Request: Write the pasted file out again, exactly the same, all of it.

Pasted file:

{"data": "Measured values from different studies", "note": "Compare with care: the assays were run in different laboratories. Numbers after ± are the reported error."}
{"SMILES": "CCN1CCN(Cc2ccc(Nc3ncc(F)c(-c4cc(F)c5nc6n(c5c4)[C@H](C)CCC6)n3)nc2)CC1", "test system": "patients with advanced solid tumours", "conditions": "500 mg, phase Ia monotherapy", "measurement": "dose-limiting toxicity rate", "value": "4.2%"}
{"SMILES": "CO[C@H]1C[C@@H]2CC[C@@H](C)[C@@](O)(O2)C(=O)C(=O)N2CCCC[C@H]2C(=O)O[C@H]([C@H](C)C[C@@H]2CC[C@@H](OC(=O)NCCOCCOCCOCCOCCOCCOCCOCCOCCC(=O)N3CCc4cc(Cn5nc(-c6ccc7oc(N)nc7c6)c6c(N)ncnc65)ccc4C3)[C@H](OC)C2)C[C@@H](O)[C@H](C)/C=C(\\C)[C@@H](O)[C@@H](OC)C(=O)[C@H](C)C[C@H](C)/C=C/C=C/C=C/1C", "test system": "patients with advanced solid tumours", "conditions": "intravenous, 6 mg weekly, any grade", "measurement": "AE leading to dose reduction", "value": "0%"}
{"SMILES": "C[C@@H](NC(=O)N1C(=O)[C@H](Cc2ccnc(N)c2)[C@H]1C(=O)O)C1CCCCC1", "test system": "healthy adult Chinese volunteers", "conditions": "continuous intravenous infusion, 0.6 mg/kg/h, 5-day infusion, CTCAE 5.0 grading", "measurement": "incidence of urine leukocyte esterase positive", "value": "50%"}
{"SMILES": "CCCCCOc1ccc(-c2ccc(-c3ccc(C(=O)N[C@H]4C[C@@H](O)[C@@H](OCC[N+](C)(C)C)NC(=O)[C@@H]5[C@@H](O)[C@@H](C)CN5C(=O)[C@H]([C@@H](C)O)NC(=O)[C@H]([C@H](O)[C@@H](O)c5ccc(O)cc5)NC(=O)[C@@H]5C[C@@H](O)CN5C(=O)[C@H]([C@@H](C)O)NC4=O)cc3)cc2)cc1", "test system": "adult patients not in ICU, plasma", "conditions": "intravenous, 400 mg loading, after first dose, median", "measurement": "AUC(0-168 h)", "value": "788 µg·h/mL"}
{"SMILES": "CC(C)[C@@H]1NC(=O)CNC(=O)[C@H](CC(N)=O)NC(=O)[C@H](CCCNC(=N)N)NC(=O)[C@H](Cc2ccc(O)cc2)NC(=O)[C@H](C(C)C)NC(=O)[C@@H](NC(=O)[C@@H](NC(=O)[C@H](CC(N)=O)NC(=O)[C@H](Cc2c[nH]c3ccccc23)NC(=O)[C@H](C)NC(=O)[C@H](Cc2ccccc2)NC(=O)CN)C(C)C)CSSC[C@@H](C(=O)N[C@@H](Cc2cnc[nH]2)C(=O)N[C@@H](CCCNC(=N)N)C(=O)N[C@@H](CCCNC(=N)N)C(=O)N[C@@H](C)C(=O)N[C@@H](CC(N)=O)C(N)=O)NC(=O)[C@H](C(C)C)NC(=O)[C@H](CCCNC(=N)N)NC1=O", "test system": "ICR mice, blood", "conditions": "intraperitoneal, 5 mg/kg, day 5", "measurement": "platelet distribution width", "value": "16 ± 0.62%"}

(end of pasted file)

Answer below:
{"data": "Measured values from different studies", "note": "Compare with care: the assays were run in different laboratories. Numbers after ± are the reported error."}
{"SMILES": "CCN1CCN(Cc2ccc(Nc3ncc(F)c(-c4cc(F)c5nc6n(c5c4)[C@H](C)CCC6)n3)nc2)CC1", "test system": "patients with advanced solid tumours", "conditions": "500 mg, phase Ia monotherapy", "measurement": "dose-limiting toxicity rate", "value": "4.2%"}
{"SMILES": "CO[C@H]1C[C@@H]2CC[C@@H](C)[C@@](O)(O2)C(=O)C(=O)N2CCCC[C@H]2C(=O)O[C@H]([C@H](C)C[C@@H]2CC[C@@H](OC(=O)NCCOCCOCCOCCOCCOCCOCCOCCOCCC(=O)N3CCc4cc(Cn5nc(-c6ccc7oc(N)nc7c6)c6c(N)ncnc65)ccc4C3)[C@H](OC)C2)C[C@@H](O)[C@H](C)/C=C(\\C)[C@@H](O)[C@@H](OC)C(=O)[C@H](C)C[C@H](C)/C=C/C=C/C=C/1C", "test system": "patients with advanced solid tumours", "conditions": "intravenous, 6 mg weekly, any grade", "measurement": "AE leading to dose reduction", "value": "0%"}
{"SMILES": "C[C@@H](NC(=O)N1C(=O)[C@H](Cc2ccnc(N)c2)[C@H]1C(=O)O)C1CCCCC1", "test system": "healthy adult Chinese volunteers", "conditions": "continuous intravenous infusion, 0.6 mg/kg/h, 5-day infusion, CTCAE 5.0 grading", "measurement": "incidence of urine leukocyte esterase positive", "value": "50%"}
{"SMILES": "CCCCCOc1ccc(-c2ccc(-c3ccc(C(=O)N[C@H]4C[C@@H](O)[C@@H](OCC[N+](C)(C)C)NC(=O)[C@@H]5[C@@H](O)[C@@H](C)CN5C(=O)[C@H]([C@@H](C)O)NC(=O)[C@H]([C@H](O)[C@@H](O)c5ccc(O)cc5)NC(=O)[C@@H]5C[C@@H](O)CN5C(=O)[C@H]([C@@H](C)O)NC4=O)cc3)cc2)cc1", "test system": "adult patients not in ICU, plasma", "conditions": "intravenous, 400 mg loading, after first dose, median", "measurement": "AUC(0-168 h)", "value": "788 µg·h/mL"}
{"SMILES": "CC(C)[C@@H]1NC(=O)CNC(=O)[C@H](CC(N)=O)NC(=O)[C@H](CCCNC(=N)N)NC(=O)[C@H](Cc2ccc(O)cc2)NC(=O)[C@H](C(C)C)NC(=O)[C@@H](NC(=O)[C@@H](NC(=O)[C@H](CC(N)=O)NC(=O)[C@H](Cc2c[nH]c3ccccc23)NC(=O)[C@H](C)NC(=O)[C@H](Cc2ccccc2)NC(=O)CN)C(C)C)CSSC[C@@H](C(=O)N[C@@H](Cc2cnc[nH]2)C(=O)N[C@@H](CCCNC(=N)N)C(=O)N[C@@H](CCCNC(=N)N)C(=O)N[C@@H](C)C(=O)N[C@@H](CC(N)=O)C(N)=O)NC(=O)[C@H](C(C)C)NC(=O)[C@H](CCCNC(=N)N)NC1=O", "test system": "ICR mice, blood", "conditions": "intraperitoneal, 5 mg/kg, day 5", "measurement": "platelet distribution width", "value": "16 ± 0.62%"}